Jim Webb Wouldn’t Be the First President to Have Killed a Man
If the Democratic candidate were to become president, he’d join these other leaders in having once taken a life.
Jim Webb killed one man and maybe more.
That is the one fact Americans will likely remember about him after the Democratic presidential primary ends next year, and he fades from obscurity into oblivion. (Like most people who’ve killed a man, he will never be president.)
Toward the end of Tuesday night’s Democratic debate, each candidate was asked to reveal which enemy they are proudest to have made. Webb took the question literally.
“I’d have to say the enemy soldier that threw the grenade that wounded me,” Webb, a first lieutenant in the Marine Corps during Vietnam, said, flashing a sheepish grin, “but he’s not around right now to talk to.”
The citation for Webb’s Navy Cross explains how when his platoon discovered a complex of three bunkers in July 1969, Webb almost single-handedly apprehended the first one’s occupants; detonated a Claymore mine in the second, accounting for two enemy casualties; and then saved his fellow Marines in what reads like a scene from Rambo.
“[Webb] approached a third bunker and was preparing to fire into it when the enemy threw another grenade. Observing the grenade land dangerously close to his companion, First Lieutenant Webb simultaneously fired his weapon at the enemy, pushed the Marine away from the grenade, and shielded him from the explosion with his own body. Although sustaining painful fragmentation wounds from the explosion, he managed to throw a grenade into the aperture and completely destroy the remaining bunker.”
Although the former Marine is a longshot for the presidency—polling at less than 1 percent—one has to wonder: How many presidents have killed someone?
Every president has technically killed someone by acting as the commander-in-chief during various conflicts abroad, but at least three presidents have directly killed another human being.
In May 1806, Andrew Jackson shot and killed attorney Charles Dickinson in a duel stemming from insults Dickinson published about the future president’s wife, a divorcée, in relation to horse-racing debts.
According to the Library of Congress, Jackson purposely wore a large coat in the hopes that Dickinson would miss his heart. He also let his rival shoot first so that he could take the time to aim a return shot. Dickinson successfully struck Jackson in the ribs, causing excruciating pain, but Jackson returned fire and struck his doomed opponent in the gut, killing him within hours.
In 1898, during the Spanish-American War, Teddy Roosevelt led the famous Rough Riders cavalry up Cuba’s San Juan Hill. The two-term president’s Medal of Honor citation (awarded 103 years later) explicitly states that he was “the first to reach the enemy trenches, where he quickly killed one of the enemy with his pistol.”
Grover Cleveland personally executed two convicts while serving as the Sheriff of Erie County, New York. In July 1912, The New York Times reported that upon assuming office, Cleveland somberly took over hanging duties from his deputy because, ever the gentleman, he insisted “he had no moral right to impose upon a subordinate the obnoxious and degrading tasks that attached to his office.”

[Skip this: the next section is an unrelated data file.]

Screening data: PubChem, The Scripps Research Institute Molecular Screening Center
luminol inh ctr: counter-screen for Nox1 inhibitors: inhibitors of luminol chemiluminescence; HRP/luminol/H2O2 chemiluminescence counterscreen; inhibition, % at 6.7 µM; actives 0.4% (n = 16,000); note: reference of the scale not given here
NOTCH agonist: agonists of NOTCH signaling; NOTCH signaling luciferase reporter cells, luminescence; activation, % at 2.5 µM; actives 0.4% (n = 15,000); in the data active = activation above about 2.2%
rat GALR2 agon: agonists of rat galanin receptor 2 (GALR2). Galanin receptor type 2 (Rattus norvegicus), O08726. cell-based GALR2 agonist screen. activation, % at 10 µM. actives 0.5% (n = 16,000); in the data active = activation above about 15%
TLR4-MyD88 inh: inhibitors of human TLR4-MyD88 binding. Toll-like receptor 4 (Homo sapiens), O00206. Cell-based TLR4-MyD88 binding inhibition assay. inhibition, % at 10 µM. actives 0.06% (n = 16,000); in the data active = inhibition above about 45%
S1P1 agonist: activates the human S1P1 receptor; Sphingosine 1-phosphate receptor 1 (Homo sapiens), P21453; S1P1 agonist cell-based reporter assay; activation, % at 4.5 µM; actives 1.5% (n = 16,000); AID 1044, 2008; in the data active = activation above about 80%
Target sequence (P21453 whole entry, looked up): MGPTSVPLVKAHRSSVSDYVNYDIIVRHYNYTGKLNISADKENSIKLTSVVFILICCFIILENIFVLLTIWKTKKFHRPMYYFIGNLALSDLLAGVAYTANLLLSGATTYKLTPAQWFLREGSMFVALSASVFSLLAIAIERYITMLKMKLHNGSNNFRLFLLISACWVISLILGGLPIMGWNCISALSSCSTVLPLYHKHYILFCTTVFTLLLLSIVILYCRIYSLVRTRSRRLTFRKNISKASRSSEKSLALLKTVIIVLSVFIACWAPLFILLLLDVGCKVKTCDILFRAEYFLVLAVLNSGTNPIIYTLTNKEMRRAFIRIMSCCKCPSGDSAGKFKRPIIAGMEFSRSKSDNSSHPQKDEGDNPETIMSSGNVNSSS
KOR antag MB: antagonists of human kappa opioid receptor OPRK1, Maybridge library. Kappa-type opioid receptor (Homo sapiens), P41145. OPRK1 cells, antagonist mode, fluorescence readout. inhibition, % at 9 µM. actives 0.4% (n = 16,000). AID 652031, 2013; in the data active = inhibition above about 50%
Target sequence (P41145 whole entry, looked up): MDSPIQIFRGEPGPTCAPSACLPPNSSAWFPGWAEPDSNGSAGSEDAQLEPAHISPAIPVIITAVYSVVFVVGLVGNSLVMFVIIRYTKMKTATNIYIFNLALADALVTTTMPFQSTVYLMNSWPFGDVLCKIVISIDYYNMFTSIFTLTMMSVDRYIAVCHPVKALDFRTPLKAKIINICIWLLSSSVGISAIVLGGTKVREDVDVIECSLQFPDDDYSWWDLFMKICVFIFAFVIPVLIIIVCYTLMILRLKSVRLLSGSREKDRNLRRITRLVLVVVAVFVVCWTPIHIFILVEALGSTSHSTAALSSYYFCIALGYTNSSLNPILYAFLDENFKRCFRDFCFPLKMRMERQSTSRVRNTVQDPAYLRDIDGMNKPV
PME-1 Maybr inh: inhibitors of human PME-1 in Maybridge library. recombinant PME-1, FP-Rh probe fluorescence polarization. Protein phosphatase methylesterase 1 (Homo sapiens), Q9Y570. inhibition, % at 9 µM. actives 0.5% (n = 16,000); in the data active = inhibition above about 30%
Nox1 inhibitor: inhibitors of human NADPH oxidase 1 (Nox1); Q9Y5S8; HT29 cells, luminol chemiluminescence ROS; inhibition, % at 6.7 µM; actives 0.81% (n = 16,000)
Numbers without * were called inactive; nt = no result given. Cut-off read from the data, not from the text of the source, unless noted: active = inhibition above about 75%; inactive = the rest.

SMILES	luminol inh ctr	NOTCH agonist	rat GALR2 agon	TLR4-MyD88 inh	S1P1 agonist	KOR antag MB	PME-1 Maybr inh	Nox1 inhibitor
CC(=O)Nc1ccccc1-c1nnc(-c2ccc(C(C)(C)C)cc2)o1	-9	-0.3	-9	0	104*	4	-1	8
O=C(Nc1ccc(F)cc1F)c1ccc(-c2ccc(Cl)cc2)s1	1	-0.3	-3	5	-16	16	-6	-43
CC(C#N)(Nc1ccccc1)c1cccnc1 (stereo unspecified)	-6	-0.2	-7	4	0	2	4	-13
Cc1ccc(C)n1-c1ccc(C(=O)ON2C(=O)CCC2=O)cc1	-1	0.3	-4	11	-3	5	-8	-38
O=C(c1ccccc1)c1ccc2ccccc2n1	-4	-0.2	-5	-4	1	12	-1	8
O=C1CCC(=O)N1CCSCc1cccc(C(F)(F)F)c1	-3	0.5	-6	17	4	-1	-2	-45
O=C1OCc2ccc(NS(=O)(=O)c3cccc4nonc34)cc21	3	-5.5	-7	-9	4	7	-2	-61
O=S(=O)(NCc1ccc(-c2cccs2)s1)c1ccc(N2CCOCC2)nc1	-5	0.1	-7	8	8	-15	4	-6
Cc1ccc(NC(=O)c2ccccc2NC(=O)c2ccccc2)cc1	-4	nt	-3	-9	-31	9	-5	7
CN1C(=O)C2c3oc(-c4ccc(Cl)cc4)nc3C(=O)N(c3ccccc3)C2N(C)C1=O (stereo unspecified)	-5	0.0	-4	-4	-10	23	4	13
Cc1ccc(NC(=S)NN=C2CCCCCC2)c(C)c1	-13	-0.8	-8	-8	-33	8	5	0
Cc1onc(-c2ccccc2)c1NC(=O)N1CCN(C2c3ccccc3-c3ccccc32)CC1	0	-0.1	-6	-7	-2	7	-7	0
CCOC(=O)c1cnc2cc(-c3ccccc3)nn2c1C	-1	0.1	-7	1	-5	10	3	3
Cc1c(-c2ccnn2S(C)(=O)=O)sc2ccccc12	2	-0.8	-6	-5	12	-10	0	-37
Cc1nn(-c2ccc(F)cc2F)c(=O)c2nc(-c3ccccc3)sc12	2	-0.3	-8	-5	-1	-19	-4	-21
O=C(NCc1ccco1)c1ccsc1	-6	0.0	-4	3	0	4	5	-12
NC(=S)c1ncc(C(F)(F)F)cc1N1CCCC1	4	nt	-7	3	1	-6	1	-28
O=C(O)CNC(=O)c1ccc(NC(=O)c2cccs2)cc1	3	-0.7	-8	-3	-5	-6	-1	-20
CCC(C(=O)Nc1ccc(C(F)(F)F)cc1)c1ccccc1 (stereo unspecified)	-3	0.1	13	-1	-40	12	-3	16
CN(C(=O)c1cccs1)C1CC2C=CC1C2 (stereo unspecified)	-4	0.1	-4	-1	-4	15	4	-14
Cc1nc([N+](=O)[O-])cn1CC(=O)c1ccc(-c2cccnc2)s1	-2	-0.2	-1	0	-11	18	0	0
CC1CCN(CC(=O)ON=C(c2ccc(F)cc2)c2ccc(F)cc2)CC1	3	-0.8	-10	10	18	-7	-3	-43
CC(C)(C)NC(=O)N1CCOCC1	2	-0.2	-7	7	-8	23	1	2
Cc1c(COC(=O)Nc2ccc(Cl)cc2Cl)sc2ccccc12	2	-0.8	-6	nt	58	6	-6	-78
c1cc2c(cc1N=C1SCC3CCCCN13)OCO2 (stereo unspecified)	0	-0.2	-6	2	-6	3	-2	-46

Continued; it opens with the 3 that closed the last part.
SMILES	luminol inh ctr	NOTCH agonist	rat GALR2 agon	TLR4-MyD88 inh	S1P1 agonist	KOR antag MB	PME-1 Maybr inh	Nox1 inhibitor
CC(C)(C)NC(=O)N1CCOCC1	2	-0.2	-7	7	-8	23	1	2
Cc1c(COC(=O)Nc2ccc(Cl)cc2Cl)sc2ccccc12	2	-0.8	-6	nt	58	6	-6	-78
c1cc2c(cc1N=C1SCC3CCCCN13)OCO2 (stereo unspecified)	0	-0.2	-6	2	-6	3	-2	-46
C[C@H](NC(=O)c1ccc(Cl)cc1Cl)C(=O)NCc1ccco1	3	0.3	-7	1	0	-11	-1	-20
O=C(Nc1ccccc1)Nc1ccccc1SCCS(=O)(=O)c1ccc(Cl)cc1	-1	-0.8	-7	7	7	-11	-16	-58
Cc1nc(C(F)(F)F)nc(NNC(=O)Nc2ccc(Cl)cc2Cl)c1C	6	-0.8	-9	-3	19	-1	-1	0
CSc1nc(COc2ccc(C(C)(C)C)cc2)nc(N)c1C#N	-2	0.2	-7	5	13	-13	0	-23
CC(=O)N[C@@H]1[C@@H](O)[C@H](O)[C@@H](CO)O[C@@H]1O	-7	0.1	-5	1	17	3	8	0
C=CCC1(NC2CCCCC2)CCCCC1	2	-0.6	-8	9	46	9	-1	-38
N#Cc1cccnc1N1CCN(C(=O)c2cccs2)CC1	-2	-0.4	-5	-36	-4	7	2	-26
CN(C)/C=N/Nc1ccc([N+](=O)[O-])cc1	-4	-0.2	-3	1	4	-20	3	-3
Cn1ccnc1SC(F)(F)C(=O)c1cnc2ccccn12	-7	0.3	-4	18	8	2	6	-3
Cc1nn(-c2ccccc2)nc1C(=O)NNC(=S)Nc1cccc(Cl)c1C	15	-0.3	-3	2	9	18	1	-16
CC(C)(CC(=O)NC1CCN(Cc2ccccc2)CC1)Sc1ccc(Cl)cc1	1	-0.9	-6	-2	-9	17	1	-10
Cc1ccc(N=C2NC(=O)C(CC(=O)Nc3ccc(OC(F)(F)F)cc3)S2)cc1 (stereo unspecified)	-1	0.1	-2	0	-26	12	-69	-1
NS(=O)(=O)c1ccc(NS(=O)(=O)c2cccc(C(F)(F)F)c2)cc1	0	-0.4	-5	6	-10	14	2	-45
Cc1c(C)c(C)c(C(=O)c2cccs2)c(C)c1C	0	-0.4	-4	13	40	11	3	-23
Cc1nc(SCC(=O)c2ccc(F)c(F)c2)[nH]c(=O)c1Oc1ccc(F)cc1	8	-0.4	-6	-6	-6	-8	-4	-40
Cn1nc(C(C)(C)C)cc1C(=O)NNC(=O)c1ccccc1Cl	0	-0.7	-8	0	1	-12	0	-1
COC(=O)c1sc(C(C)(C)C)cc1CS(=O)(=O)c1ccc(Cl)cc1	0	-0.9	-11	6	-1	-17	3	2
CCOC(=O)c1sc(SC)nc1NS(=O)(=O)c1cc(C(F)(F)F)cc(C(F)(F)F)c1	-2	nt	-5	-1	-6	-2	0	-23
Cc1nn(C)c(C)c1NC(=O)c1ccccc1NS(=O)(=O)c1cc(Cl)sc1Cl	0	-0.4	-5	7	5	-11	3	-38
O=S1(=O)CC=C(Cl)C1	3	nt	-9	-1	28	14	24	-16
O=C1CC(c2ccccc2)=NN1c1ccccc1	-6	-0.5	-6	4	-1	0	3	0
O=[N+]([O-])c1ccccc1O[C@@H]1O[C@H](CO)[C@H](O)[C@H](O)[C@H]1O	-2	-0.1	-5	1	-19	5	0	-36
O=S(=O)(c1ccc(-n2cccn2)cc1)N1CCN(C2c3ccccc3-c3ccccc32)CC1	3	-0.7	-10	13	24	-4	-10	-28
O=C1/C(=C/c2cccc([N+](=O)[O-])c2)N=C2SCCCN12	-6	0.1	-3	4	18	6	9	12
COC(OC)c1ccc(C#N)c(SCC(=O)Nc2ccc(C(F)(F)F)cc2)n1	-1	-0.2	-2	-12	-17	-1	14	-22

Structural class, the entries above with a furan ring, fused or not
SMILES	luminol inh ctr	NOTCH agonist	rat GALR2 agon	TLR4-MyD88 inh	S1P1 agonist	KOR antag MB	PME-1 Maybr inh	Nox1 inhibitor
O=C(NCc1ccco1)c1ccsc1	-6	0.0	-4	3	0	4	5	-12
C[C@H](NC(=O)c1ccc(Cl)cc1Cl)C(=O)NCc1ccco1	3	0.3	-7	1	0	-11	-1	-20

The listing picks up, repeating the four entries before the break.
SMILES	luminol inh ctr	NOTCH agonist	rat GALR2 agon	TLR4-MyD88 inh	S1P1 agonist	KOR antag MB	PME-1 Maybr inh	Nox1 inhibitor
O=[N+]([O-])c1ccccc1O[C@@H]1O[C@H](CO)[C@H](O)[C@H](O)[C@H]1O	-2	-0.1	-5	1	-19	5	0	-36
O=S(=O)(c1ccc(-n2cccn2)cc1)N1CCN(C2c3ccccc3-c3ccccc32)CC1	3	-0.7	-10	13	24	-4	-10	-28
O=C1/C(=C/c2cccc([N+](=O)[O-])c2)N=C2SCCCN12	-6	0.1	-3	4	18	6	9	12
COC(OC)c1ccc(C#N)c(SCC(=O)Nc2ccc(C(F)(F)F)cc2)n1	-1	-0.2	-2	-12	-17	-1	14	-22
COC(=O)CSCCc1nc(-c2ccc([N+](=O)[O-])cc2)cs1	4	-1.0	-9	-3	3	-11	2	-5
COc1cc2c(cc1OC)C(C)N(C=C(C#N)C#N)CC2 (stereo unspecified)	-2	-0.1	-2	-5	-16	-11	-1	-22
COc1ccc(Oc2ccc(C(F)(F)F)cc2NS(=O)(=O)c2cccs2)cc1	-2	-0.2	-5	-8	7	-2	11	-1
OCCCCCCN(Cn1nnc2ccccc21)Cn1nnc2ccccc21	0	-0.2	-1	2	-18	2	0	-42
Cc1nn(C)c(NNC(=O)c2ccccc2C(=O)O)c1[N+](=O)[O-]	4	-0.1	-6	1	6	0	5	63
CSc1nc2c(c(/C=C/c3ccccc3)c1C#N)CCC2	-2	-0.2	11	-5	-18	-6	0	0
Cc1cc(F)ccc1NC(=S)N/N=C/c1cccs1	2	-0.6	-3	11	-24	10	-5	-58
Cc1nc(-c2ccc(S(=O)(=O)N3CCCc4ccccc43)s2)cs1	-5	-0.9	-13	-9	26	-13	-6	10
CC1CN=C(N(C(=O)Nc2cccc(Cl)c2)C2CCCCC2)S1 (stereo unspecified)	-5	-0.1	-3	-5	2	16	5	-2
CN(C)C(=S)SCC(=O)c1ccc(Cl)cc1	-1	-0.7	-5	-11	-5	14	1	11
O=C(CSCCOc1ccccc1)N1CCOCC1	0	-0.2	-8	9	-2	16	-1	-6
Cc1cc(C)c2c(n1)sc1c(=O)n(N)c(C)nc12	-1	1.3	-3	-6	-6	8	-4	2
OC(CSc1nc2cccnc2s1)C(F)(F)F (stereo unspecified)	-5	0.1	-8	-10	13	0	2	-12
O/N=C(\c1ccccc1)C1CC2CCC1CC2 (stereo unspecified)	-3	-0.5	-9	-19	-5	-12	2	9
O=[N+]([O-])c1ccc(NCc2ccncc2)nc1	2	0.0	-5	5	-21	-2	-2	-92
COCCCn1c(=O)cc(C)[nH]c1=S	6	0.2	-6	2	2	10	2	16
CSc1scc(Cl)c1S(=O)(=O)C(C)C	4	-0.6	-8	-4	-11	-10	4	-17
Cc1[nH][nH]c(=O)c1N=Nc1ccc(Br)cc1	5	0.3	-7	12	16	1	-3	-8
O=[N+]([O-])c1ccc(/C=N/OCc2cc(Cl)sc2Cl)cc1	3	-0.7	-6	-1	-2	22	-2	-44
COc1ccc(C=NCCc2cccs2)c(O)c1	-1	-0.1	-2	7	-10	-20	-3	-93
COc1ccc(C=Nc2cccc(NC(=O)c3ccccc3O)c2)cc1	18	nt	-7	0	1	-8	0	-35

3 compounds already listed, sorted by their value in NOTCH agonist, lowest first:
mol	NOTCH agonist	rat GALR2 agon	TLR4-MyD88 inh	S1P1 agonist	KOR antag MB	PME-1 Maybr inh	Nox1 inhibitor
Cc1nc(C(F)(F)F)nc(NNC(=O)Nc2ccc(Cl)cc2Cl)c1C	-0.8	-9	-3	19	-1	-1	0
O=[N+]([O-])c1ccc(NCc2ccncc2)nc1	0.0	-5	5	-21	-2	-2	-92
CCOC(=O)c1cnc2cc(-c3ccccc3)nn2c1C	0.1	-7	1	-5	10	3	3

(Two-time presidential nominee and grandson of Cleveland’s vice president, Adlai E. Stevenson, accidentally shot and killed a 15-year-old female relative when he was 12 years old.)
According to columnist Cecil Adams, George Washington oversaw and likely partook in the killing of at least 10 French soldiers in 1754. In what many consider the first battle of the French and Indian War, Washington led the colonial Ohio Company militia in an ambush on Joseph Coulon de Villiers de Jumonville’s encampment near modern-day Uniontown, Pennsylvania.
When Washington was later captured during the same war, French officials forced him to sign an admission that he had ordered the “assassination” of military officer Jumonville. While no one has recorded that Washington directly killed anyone, it’s safe to assume his rifle or bayonet felled another man during the more than 10 battles he saw in his lifetime.
James Monroe served under Washington as an 18-year-old lieutenant during the Revolutionary War. Monroe led the Continental Army’s infantrymen into the Battle of Trenton, killing 22 Hessian soldiers, and suffering a near-fatal wound himself. Monroe’s proximity to the pivotal fight has led many to assume it an inevitability that he killed others.
William Henry Harrison, Zachary Taylor, and Ulysses Grant all served as ranking officers in major wars. Although there is no official record of them directly killing another person, it’s a safe assumption.
Such speculation can also be applied to the 20th century presidents who saw direct combat in their lifetime.
Harry Truman served as a battery commander in World War I, participating in multiple assault barrages, likely killing men with his weapons in the process.
As a bomber pilot during World War II, George H.W. Bush flew nearly 60 missions. Due to the nature of his operations against the Japanese in the Pacific, it is highly likely his aircraft killed a few enemy combatants.
After John F. Kennedy’s patrol boat PT-109 was wrecked in the Pacific, he took control of the PT-59, which was refurbished as a gunboat with multiple anti-aircraft and machine guns. The boat participated in the raid on Choiseul Island, rescuing 50 Marines; it is unknown whether Kennedy fired at and killed any Japanese combatants.